(One Little Independent)
LP | CD | DL
The posthumous release of Arise, Dan Sartain, Arise sees the album the singer was working on at the time of his death released on One Little Independent.
When the news reached us back in March that Dan Sartain had died it was a real shock. Throughout his career, he had crafted his own blend of gothic-noir Western garage, an idiosyncratic artist who carved his own path. At the time of his death he had been readying the release of his next album, Arise, Dan Sartain, Arise!, and now we have it, in all its glory, and it is a wonderful record that stands up amongst the best work he created. But it also reveals an artist at times grappling with pain.
It’s hard not to listen to the opening song You Can’t Go Home No More without reflecting on the loss of such a great musician. The song sings of situations beyond our control changing, the characters resigned to their helplessness. “You can’t go home no more. What in the hell am I trying for.” It’s set to a cantering rhythm, always moving forward albeit without a destination. It’s almost a purgatory song. But the album doesn’t stay there as it shifts and slides through various takes on his fuzzy stripped-down groove.
Just a quick listen through the first half of the album shows us that he was really firing on all cylinders and drawing the best out of everything he had in his arsenal. People Throwing Stones In Glass Houses rides a Cramps meets The Kills dark rockabilly, complete with a haunting organ solo that sends shivers down your spine. From that he’s into a poppier vibe on I Don’t Care (Ooh La La), a message of defiance spilling from the speakers, rallying against personal troubles. He still maintains his identity through it before the fantastic Rooster In The Henhouse brings us back to his rocking best. The middle of the album finds him yearning with Kisses In The Morning, a wonderful ballad that reveals the double-edged sword of a posthumous album, the mind wondering what he was going through at the time of his death as he sings of loneliness. The line “If I can’t be with you girl I guess I’m gone die” really hits hard. This is the sound of a man laying his heart and pain on the line for all to hear.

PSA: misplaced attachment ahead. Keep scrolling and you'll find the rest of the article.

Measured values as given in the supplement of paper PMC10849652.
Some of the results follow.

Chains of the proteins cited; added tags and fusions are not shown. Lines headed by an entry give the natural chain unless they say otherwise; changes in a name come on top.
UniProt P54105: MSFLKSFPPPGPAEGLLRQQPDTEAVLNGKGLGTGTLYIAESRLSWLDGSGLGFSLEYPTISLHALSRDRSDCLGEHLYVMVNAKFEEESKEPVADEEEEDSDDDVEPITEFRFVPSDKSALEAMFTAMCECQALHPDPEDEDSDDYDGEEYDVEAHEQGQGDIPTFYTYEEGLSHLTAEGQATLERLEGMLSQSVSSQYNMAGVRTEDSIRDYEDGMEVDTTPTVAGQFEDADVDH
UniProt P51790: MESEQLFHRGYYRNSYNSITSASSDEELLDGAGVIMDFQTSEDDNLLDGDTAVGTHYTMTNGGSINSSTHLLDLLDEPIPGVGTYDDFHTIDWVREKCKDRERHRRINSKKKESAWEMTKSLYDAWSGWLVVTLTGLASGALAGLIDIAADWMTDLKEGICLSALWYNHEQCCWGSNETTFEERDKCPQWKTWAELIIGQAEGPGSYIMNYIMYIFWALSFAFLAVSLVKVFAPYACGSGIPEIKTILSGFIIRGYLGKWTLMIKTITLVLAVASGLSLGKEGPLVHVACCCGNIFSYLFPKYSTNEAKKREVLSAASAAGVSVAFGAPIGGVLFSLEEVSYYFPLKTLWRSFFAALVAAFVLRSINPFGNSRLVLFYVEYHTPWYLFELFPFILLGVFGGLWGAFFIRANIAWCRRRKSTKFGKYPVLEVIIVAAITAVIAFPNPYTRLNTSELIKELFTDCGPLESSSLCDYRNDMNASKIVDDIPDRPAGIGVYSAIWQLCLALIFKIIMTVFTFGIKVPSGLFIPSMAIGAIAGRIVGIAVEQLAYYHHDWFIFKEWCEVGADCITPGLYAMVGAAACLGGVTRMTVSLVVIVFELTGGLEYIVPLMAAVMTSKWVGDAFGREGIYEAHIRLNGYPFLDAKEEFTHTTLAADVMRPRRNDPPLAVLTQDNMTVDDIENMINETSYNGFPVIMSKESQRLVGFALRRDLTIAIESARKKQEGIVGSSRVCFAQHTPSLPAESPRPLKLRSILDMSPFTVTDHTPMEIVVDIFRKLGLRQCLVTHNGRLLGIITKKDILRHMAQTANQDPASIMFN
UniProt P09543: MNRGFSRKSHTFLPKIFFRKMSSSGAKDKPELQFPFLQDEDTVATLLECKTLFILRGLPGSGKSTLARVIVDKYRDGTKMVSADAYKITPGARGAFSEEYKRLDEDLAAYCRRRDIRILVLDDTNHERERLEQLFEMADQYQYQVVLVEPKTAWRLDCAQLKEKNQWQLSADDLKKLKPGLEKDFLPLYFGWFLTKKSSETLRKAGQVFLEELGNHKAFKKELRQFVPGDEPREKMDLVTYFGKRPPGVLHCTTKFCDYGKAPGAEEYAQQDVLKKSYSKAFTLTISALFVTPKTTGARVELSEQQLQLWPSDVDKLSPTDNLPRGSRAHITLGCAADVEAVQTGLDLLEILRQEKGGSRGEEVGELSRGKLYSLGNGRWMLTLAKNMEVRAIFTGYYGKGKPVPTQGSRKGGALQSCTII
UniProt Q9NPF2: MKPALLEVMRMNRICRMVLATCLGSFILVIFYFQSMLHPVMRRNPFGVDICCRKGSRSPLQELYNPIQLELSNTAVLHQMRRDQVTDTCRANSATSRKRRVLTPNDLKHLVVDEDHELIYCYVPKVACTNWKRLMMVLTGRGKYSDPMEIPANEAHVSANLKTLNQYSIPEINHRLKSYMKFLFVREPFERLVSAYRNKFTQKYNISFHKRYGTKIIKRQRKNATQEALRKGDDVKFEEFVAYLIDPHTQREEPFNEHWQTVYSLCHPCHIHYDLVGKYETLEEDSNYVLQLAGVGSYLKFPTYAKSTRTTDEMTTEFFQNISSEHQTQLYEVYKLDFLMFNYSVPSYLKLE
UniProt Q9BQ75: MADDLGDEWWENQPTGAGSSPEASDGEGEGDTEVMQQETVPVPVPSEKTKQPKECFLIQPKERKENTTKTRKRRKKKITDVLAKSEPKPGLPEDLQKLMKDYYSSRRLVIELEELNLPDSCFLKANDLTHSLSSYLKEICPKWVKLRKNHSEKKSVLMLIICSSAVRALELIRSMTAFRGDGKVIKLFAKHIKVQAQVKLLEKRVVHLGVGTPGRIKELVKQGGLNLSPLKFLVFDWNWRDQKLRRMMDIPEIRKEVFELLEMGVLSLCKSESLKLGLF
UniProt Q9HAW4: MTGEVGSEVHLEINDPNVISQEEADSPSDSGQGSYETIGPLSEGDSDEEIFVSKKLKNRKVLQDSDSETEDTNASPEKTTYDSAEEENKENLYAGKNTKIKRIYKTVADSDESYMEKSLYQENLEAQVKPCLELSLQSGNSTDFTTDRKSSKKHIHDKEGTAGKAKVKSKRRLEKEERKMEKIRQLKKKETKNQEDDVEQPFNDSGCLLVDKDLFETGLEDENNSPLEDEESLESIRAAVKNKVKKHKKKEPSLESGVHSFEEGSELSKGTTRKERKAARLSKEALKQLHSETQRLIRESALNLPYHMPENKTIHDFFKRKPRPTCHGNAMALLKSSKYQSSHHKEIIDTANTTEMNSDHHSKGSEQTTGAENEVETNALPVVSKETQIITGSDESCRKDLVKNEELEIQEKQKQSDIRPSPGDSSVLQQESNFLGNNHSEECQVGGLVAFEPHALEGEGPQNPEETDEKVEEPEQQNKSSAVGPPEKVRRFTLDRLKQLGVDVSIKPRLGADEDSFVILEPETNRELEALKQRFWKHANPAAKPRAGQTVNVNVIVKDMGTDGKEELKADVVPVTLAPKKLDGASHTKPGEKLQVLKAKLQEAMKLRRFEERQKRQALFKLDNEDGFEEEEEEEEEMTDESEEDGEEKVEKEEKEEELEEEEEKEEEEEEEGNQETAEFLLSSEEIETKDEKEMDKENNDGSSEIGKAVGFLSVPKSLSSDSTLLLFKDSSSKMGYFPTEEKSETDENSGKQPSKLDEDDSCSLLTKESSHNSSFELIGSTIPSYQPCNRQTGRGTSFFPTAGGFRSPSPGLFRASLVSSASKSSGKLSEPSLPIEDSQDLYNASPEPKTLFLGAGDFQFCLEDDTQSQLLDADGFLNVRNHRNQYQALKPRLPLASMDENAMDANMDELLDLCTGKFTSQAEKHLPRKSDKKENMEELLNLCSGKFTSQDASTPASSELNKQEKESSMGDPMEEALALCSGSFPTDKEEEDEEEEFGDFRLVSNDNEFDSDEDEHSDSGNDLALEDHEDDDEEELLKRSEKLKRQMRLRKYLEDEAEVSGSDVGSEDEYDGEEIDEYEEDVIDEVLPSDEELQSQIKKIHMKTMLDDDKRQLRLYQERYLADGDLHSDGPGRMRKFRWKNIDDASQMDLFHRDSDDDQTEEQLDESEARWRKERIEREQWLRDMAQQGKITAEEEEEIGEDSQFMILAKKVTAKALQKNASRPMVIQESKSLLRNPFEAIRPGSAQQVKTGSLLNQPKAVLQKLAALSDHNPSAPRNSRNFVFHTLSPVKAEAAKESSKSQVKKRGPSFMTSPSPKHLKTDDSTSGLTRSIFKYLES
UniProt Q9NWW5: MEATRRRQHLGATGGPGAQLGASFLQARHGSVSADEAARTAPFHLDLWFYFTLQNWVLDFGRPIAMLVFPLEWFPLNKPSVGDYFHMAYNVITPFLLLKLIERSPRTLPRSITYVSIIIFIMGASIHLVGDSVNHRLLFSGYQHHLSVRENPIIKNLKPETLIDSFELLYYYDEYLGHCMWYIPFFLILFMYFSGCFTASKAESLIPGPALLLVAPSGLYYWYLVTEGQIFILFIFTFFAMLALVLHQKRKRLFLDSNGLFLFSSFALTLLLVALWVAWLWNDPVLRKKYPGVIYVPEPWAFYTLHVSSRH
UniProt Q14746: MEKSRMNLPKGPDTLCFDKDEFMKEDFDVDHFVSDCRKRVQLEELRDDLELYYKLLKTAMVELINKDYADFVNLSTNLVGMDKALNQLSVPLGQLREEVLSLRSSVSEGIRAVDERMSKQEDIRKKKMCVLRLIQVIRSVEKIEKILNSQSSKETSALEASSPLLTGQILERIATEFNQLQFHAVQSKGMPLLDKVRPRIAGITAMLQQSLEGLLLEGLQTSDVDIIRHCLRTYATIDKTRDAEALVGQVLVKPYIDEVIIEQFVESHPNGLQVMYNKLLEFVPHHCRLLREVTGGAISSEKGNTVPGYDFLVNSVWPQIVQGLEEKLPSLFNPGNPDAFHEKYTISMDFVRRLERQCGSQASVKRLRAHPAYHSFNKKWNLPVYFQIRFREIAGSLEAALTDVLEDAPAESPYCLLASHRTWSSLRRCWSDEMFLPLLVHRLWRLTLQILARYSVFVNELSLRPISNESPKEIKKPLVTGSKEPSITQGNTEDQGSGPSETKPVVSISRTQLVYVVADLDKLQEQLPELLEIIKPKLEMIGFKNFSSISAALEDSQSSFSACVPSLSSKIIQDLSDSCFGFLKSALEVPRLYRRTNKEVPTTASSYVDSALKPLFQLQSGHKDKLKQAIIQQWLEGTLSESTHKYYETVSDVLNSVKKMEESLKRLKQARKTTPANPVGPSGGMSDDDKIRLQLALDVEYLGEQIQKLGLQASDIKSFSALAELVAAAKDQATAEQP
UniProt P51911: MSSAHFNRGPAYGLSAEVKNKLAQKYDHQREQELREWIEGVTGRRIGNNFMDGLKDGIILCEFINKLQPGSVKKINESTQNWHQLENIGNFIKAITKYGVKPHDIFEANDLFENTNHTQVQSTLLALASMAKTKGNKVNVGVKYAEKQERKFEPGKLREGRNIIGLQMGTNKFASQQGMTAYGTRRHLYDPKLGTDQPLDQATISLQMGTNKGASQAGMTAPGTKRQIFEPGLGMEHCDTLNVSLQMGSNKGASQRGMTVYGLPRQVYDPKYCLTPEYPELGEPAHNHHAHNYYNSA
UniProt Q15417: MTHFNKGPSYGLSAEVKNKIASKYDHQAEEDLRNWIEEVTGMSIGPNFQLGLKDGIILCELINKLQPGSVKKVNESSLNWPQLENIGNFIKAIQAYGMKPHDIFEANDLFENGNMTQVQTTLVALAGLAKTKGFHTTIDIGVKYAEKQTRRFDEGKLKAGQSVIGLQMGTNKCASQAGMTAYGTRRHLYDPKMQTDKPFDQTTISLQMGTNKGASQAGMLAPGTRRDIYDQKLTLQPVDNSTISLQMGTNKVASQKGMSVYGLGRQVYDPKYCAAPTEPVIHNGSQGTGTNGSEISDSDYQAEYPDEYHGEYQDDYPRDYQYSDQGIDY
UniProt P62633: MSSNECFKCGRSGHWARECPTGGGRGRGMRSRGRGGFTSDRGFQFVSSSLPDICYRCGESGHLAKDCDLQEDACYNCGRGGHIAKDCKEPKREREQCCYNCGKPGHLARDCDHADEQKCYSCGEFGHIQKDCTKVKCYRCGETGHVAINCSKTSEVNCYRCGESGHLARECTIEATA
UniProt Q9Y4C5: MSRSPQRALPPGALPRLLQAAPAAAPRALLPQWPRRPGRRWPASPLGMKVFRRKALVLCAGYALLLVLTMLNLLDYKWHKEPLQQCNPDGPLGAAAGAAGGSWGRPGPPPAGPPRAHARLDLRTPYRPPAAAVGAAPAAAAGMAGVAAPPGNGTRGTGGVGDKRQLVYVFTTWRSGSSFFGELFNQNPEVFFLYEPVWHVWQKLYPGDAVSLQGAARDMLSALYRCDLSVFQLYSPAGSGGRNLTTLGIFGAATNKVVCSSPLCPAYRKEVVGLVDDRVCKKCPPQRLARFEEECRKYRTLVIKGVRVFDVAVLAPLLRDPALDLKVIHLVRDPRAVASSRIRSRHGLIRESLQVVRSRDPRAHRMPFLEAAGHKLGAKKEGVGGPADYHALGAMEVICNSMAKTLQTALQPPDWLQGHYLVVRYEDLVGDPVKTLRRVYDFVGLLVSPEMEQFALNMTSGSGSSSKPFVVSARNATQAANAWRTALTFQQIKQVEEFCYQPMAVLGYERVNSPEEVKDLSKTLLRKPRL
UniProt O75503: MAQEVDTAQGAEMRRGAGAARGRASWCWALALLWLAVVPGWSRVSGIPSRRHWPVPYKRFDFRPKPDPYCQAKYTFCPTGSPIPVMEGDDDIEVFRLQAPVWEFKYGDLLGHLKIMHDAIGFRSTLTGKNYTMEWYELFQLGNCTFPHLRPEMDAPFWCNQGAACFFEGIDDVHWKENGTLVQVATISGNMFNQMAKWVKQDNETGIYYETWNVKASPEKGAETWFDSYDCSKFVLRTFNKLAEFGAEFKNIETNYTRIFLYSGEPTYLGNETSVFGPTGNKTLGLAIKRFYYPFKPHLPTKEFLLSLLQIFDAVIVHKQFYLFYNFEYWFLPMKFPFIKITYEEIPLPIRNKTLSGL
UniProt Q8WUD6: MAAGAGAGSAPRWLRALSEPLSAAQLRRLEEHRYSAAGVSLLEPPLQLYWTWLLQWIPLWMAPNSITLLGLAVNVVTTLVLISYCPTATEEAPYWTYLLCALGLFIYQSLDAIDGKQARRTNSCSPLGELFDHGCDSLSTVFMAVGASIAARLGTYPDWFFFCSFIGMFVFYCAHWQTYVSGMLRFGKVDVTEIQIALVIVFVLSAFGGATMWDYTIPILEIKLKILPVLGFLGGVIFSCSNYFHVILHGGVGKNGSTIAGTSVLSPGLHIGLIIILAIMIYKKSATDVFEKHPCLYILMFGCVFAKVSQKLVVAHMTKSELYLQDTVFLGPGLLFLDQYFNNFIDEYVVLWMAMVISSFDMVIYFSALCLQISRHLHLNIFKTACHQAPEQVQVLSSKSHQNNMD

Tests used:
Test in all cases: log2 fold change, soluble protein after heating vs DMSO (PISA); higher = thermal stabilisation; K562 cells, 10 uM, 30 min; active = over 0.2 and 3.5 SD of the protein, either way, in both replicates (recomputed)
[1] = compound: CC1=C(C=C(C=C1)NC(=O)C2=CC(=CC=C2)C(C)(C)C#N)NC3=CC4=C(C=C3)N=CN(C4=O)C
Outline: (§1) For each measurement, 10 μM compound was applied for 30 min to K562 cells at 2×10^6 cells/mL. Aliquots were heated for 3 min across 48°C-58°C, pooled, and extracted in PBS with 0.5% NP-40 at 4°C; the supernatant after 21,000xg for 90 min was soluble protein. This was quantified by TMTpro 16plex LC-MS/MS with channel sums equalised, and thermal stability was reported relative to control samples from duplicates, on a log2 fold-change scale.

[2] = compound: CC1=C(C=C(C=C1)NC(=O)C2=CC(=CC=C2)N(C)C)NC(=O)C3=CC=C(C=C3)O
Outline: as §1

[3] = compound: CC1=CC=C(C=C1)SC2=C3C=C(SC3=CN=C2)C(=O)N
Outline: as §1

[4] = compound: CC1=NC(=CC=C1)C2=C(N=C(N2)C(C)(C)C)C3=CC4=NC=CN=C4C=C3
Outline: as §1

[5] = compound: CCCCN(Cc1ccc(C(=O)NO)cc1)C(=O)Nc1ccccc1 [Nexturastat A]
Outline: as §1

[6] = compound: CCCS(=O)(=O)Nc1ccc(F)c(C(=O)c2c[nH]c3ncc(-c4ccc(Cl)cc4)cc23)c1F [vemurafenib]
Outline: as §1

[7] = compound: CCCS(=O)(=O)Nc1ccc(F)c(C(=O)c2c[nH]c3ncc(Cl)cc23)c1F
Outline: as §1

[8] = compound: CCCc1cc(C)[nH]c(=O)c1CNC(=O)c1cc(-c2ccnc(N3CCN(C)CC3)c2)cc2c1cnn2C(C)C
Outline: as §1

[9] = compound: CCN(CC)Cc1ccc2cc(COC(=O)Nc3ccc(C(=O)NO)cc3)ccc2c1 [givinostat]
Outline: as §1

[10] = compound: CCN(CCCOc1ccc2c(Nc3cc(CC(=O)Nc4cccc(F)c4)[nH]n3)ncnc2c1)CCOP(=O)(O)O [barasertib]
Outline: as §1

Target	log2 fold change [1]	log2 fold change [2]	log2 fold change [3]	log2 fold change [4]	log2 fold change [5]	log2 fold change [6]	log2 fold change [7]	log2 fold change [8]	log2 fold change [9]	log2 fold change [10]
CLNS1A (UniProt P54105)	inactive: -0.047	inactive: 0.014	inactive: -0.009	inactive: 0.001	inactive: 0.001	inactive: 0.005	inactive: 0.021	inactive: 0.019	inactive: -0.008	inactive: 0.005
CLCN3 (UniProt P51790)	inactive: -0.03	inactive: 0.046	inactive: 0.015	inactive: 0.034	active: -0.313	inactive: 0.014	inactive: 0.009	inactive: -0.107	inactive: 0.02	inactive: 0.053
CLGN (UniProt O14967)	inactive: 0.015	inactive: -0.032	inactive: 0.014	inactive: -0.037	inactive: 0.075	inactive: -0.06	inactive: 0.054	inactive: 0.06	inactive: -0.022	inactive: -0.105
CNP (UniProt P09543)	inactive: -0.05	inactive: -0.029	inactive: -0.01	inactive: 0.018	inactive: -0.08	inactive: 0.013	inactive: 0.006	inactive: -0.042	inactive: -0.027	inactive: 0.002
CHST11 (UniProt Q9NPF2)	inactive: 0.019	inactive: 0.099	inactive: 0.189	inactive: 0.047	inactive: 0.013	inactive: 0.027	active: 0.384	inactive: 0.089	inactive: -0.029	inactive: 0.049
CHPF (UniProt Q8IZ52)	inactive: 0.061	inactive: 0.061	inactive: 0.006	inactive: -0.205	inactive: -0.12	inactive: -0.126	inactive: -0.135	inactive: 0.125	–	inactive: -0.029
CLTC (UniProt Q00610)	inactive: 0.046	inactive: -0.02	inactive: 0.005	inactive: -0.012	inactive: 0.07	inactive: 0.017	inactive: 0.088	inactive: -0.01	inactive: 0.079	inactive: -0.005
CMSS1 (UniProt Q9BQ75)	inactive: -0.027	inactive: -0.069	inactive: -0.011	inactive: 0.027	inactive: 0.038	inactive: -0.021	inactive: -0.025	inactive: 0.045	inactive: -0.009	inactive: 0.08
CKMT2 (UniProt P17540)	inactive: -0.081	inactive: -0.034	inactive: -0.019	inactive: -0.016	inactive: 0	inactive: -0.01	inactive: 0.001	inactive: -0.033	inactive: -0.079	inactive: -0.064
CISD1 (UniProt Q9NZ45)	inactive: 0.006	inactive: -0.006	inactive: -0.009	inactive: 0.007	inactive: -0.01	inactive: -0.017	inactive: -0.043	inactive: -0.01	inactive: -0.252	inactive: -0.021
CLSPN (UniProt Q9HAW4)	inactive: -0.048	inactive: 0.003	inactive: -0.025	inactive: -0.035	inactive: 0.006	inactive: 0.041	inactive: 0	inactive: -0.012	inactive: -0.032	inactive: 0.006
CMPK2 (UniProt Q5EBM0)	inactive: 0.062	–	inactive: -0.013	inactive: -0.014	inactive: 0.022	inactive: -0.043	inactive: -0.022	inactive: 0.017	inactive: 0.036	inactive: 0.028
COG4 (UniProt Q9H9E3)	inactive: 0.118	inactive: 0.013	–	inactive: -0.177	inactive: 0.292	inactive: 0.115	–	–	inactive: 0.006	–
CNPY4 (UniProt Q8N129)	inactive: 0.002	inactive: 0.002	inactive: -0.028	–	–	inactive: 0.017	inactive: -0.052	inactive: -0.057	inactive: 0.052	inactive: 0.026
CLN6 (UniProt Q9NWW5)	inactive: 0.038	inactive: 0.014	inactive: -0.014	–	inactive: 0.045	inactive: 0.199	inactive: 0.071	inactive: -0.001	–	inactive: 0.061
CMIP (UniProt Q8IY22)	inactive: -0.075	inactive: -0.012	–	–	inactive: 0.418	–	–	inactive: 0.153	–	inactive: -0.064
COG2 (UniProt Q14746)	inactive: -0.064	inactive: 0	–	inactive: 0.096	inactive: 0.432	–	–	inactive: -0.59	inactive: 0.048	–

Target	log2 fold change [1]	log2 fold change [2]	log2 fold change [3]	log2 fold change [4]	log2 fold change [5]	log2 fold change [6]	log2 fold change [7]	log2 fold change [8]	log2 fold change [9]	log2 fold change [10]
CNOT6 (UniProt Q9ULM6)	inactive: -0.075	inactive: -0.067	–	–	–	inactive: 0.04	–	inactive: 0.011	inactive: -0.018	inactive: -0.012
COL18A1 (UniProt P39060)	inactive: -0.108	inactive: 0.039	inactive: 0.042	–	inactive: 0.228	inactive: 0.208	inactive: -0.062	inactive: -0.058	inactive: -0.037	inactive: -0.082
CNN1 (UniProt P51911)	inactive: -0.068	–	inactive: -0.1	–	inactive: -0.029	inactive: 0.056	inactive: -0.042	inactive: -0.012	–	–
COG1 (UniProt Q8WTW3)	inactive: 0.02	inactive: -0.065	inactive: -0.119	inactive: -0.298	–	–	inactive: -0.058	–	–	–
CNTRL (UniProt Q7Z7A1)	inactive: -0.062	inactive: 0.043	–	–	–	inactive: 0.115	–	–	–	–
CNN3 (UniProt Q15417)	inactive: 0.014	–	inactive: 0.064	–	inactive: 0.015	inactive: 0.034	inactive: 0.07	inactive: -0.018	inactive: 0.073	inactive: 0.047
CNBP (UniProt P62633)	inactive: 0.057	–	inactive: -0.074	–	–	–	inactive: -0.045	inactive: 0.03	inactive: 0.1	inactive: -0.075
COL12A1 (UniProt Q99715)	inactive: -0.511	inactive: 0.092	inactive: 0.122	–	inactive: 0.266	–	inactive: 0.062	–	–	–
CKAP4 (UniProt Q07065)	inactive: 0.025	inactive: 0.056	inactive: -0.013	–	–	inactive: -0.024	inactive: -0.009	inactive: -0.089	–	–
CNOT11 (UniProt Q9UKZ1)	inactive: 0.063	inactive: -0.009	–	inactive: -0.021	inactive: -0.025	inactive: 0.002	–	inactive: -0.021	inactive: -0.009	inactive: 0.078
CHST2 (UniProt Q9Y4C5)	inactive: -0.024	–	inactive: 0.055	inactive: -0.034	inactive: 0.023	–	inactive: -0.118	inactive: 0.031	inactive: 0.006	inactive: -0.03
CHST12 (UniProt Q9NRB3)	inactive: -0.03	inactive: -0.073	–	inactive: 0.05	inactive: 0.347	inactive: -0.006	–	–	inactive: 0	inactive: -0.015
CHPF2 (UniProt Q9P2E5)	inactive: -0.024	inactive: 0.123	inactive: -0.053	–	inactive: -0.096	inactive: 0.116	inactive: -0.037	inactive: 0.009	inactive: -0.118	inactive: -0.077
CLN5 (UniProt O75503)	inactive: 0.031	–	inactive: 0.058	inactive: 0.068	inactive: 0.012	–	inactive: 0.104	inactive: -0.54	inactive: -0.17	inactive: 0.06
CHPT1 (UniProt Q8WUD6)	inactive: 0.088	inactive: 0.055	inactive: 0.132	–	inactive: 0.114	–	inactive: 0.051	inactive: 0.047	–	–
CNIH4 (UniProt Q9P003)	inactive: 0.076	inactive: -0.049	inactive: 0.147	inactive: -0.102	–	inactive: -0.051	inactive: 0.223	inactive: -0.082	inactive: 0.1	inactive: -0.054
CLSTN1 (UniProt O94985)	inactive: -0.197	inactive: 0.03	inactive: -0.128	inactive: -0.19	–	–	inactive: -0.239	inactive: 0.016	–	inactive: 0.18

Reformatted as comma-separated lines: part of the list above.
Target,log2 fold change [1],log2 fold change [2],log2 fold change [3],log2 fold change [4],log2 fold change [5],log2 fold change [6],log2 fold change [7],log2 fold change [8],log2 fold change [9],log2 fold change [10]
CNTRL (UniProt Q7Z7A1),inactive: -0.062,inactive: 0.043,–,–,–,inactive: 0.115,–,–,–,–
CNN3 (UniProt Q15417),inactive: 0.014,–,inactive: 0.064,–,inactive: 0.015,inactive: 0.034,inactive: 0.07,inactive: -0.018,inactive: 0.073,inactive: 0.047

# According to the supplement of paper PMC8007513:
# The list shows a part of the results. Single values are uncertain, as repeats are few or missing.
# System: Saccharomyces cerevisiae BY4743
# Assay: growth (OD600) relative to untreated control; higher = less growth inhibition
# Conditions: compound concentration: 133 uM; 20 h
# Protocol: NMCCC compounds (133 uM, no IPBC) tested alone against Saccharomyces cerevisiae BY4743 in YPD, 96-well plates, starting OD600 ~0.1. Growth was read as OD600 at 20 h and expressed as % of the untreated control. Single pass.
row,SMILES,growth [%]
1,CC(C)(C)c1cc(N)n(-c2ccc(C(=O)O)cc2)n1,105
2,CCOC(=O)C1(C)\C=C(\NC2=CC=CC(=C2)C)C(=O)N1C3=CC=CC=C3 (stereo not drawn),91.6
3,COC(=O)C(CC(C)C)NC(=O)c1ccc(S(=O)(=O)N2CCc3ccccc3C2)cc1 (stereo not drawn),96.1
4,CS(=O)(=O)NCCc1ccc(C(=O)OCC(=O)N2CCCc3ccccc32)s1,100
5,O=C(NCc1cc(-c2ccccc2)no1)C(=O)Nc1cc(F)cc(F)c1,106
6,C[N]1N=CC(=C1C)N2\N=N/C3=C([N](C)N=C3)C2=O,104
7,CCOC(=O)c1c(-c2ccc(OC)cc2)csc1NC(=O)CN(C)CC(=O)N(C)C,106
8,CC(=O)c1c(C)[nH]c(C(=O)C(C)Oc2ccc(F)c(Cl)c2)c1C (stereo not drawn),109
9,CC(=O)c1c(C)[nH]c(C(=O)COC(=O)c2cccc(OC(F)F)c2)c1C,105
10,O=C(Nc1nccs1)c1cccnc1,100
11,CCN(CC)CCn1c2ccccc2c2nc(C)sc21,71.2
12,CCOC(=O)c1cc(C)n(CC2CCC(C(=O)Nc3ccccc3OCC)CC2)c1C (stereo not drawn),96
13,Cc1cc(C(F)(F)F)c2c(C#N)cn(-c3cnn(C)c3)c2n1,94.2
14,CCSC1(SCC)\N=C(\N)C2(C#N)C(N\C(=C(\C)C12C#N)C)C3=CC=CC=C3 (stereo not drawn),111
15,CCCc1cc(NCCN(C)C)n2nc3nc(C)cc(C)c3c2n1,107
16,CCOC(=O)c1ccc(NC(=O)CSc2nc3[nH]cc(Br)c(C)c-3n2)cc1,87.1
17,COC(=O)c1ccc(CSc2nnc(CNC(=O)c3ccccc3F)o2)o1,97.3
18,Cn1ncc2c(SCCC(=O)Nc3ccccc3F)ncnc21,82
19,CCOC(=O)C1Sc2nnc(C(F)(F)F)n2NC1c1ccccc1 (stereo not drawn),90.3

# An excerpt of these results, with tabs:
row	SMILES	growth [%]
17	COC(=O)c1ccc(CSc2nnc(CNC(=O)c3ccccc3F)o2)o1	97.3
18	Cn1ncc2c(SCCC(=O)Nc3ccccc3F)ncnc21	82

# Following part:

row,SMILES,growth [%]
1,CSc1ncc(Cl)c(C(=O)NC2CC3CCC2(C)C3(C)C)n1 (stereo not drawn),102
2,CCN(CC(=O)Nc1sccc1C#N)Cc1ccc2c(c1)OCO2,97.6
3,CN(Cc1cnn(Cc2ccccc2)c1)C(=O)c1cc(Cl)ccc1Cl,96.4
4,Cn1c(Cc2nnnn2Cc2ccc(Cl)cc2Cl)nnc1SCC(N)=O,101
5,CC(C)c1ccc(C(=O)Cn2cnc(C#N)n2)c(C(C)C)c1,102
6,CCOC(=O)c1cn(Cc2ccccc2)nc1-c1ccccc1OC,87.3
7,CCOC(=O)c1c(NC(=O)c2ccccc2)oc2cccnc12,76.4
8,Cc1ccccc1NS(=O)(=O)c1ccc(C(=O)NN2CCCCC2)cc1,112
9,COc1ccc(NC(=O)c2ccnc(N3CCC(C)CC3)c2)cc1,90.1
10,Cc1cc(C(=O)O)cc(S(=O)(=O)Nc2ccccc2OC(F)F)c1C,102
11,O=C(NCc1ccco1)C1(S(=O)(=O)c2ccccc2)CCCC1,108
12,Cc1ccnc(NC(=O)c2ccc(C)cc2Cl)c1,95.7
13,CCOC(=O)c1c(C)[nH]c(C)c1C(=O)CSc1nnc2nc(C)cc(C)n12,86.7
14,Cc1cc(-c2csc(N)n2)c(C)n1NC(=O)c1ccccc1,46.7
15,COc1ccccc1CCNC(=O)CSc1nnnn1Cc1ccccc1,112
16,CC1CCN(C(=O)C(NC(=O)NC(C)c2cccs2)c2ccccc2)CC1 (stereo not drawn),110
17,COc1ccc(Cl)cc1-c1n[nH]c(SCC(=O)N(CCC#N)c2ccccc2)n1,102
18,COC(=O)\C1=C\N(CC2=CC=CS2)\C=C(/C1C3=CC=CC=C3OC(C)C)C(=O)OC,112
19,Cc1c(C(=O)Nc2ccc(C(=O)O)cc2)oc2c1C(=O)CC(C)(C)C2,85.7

The rest of the album flits between some great do-wop garage with songs like True Love and My Best Fit. The country hoe-down of Foreman Grill reveals that, despite the scars on show at some points of the album, he was still able to whip out some tongue-in-cheek throwaway humour. The same can be said for the Tom Waits-like Personal Injury Law. These moments add more light to what is a great album. The album signs off with a real final ray of hope on Daddy’s Coming Home.
On announcing the album, Dan Sartain’s label, One Little Independent, said:
At the request of Dan’s family, wife and daughter, we are releasing this album which Dan finished a few months before his death on 20th March 2021.
100% of all the profits from this release, both the artists share and the record company share, are being paid into a trust fund for Dan’s young daughter.
It has been released as Dan intended – nothing has been changed.
Dan Sartain gave us some wonderful albums throughout his career and this final record hits home that he will truly be missed. Arise, Dan Sartain, Arise!
The album is available here from Sister Ray.
Words by Nathan Whittle. Find his Louder Than War archive here.